This page contains an overview of how mindfulness is being used in business by leaders and the workforce alike. This page contains case studies, links and video clips. As this page contains a high volume of information, use the "Quick Links" on the right of the screen to help you navigate round more quickly, or the "search" box at the top of the screen.
Mindfulness can help reduce workplace tensions. People who practice mindfulness at work report an improved ability to communicate clearly and more appropriate reactions to stressful situations. They also report a better ability to handle workplace conflict, Improved teamwork, a better ability to "think out of the box" and in some cases enhanced creativity.
Using mindfulness in the workplace is highly beneficial to both businesses and their employees. Mindfulness can help businesses provide a higher standard of Customer Service by equipping their staff with the skills to respond more appropriately to their daily challenges. Mindfulness can help employees respond more appropriately to managers and colleagues that they have previously found difficult. A few minutes of mindfulness at the start of a meeting usually leads to improved focus, clearer communication and improved decision making. Teams who practice mindfulness, even for a few minutes a day report improved team working and team relations.
The most widely documented use of mindfulness in the workplace is by Leaders and Executives. Modern business leaders are now asked to perform and thrive in a global environment that moves and changes at lightning speed. To become more adaptable and flexible in this environment, leaders need to move beyond familiar or habitual ways of seeing the world and open up to new ways of listening, leading, responding, and innovating.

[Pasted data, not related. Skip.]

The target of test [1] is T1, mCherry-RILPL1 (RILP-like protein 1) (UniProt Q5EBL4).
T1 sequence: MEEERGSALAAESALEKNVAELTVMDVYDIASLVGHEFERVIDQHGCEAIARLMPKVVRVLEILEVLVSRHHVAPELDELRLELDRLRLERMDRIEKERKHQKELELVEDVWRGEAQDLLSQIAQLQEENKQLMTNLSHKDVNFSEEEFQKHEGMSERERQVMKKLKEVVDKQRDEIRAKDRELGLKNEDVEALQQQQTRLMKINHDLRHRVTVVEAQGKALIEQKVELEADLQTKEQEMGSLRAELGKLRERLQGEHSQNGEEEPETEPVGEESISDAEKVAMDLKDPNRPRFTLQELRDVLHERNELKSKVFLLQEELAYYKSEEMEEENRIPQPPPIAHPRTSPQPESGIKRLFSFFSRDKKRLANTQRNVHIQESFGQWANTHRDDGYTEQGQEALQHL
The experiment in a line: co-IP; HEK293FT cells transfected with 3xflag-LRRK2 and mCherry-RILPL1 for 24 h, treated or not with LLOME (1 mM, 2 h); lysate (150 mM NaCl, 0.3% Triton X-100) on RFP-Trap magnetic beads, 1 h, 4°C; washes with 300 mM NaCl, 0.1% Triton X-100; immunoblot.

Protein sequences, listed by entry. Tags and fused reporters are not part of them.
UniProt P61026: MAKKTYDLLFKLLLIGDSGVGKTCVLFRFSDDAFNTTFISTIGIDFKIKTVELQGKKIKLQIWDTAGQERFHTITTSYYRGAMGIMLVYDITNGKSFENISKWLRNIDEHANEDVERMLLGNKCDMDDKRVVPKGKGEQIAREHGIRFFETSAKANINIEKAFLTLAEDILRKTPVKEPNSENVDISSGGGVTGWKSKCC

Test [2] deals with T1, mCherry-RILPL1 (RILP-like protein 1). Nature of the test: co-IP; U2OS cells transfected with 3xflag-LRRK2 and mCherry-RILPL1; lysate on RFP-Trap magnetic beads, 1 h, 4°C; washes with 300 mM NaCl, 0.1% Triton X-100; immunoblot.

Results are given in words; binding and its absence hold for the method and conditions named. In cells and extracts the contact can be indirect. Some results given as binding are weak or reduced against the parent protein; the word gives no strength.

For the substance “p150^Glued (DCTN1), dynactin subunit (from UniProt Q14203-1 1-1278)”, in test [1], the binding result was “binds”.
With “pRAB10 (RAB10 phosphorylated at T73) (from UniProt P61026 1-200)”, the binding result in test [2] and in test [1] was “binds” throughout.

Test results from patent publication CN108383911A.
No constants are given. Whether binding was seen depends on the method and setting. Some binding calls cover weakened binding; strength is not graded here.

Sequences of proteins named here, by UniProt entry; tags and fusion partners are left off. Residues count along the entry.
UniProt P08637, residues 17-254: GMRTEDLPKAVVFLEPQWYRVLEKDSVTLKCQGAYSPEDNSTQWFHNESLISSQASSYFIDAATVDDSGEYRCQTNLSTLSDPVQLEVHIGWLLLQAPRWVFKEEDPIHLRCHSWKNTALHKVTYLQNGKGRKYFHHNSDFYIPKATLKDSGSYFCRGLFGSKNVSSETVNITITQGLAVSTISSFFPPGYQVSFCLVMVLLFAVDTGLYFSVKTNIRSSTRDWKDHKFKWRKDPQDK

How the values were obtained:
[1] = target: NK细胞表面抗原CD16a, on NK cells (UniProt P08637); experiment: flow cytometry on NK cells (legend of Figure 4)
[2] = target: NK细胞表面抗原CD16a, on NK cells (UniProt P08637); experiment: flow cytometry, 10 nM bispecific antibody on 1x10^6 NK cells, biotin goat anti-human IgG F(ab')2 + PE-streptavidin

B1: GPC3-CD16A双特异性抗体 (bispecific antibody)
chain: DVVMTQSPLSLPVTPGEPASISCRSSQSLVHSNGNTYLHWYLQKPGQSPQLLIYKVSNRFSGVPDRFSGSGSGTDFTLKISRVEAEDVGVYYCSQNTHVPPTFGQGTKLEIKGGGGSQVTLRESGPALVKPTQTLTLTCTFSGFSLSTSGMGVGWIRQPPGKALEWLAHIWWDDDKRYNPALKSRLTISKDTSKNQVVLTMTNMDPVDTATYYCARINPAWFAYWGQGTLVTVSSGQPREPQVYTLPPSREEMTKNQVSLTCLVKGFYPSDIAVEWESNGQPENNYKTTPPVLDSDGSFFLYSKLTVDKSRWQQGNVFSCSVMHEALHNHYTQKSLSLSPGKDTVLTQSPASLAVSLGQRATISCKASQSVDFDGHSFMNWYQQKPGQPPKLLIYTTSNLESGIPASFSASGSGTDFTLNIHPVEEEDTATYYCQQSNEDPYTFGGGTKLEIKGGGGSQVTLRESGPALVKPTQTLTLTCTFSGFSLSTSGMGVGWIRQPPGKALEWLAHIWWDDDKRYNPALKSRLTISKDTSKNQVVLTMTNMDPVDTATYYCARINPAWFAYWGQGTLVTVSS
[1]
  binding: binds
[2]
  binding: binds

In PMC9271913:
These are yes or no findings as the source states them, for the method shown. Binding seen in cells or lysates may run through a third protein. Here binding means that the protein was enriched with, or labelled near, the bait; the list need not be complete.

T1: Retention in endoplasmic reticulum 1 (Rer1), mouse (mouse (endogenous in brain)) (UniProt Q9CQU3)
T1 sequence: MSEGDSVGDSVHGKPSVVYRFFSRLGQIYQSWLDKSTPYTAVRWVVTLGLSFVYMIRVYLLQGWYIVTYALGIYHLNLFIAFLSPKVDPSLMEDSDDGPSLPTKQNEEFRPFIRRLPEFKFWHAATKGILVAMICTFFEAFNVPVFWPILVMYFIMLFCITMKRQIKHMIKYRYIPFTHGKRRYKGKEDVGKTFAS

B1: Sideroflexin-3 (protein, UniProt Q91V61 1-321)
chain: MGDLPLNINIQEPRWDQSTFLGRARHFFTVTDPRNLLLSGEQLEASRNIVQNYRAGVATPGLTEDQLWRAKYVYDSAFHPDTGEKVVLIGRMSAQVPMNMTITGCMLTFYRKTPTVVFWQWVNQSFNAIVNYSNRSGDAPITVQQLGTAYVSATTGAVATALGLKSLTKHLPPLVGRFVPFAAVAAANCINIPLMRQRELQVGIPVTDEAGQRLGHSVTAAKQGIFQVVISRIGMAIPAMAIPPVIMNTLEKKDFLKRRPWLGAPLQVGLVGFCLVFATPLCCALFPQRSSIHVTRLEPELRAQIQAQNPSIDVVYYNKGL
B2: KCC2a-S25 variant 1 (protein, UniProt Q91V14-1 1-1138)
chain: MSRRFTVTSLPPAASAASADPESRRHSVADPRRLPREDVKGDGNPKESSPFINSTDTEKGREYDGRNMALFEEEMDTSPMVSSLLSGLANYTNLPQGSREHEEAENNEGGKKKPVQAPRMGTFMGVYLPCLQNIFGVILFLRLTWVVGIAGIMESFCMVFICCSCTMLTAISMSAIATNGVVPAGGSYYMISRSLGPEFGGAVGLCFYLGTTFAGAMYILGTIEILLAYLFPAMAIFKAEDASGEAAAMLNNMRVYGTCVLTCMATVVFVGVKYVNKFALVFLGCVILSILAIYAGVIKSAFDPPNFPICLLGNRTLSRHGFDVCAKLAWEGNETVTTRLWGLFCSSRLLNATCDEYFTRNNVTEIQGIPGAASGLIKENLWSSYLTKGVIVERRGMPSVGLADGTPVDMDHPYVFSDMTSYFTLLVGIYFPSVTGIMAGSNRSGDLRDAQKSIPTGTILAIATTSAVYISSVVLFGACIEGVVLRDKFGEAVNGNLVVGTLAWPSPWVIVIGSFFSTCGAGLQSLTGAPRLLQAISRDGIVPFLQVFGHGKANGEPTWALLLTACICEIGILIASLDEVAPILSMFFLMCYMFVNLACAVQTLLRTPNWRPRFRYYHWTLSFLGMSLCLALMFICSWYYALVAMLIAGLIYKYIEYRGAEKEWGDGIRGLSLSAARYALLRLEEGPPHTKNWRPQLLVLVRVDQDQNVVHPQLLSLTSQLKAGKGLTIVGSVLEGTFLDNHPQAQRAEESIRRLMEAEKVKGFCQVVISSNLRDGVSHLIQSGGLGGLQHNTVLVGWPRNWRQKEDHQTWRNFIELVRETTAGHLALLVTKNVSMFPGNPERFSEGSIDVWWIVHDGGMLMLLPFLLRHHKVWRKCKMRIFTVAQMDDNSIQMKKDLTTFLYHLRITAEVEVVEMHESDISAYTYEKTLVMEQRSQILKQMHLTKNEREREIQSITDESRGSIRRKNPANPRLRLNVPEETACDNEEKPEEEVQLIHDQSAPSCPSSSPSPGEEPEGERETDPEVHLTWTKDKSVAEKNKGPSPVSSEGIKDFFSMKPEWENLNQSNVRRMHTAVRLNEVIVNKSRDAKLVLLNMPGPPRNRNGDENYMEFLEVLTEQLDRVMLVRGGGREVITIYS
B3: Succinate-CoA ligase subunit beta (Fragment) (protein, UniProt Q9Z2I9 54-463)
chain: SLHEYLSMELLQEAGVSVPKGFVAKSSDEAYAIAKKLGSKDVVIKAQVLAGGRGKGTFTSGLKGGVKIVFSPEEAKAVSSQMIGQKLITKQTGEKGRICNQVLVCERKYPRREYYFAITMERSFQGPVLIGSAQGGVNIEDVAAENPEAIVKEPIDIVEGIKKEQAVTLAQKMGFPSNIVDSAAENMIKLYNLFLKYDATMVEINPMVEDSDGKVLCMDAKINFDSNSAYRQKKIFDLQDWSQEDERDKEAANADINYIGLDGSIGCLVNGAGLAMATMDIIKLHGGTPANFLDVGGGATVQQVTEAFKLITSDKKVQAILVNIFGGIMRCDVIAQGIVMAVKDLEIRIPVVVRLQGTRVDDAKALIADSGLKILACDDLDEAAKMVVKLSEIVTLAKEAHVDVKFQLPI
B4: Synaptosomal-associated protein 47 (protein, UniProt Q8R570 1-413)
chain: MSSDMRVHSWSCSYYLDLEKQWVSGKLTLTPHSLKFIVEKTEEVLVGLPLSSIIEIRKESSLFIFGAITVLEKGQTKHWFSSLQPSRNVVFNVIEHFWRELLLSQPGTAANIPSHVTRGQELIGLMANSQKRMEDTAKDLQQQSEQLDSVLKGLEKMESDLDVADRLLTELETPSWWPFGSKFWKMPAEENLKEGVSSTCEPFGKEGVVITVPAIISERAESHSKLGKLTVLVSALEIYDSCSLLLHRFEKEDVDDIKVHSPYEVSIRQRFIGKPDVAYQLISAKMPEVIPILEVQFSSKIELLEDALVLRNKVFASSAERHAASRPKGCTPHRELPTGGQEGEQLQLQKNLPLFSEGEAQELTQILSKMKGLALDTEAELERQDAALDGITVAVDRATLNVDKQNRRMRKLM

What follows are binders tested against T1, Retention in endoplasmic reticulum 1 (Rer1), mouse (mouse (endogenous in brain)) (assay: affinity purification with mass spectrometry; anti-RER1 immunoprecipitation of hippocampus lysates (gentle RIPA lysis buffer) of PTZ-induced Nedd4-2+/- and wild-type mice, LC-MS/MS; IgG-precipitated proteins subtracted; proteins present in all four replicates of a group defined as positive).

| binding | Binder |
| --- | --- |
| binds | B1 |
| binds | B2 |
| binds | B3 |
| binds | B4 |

While innovation can't be manufactured on demand, it can be cultivated both inwardly and outwardly through the practice of mindfulness. Cultivating attention and awareness through mindfulness provides a new way for leaders and their workforce to live all aspects of their lives with a greater sense of skill, connection, openness, and balance.
Business leaders today are being asked to perform and thrive in a global environment that moves and changes at an increasingly fast pace. To become more adaptable and flexible in this environment, leaders need to move beyond familiar or habitual ways of seeing the world and open up to new ways of listening, leading, responding, and innovating.
Studies of Mindfulness in a business context have shown that increases in mindfulness are associated with increased creativity and decreased burnout.
Mindfulness Meditation quiets mental chatter and It lays the foundation for better decision-making and communication. Mindfulness can be developed by attending mindfulness classes, or via 1:1 coaching from a mindfulness coach in the workplace.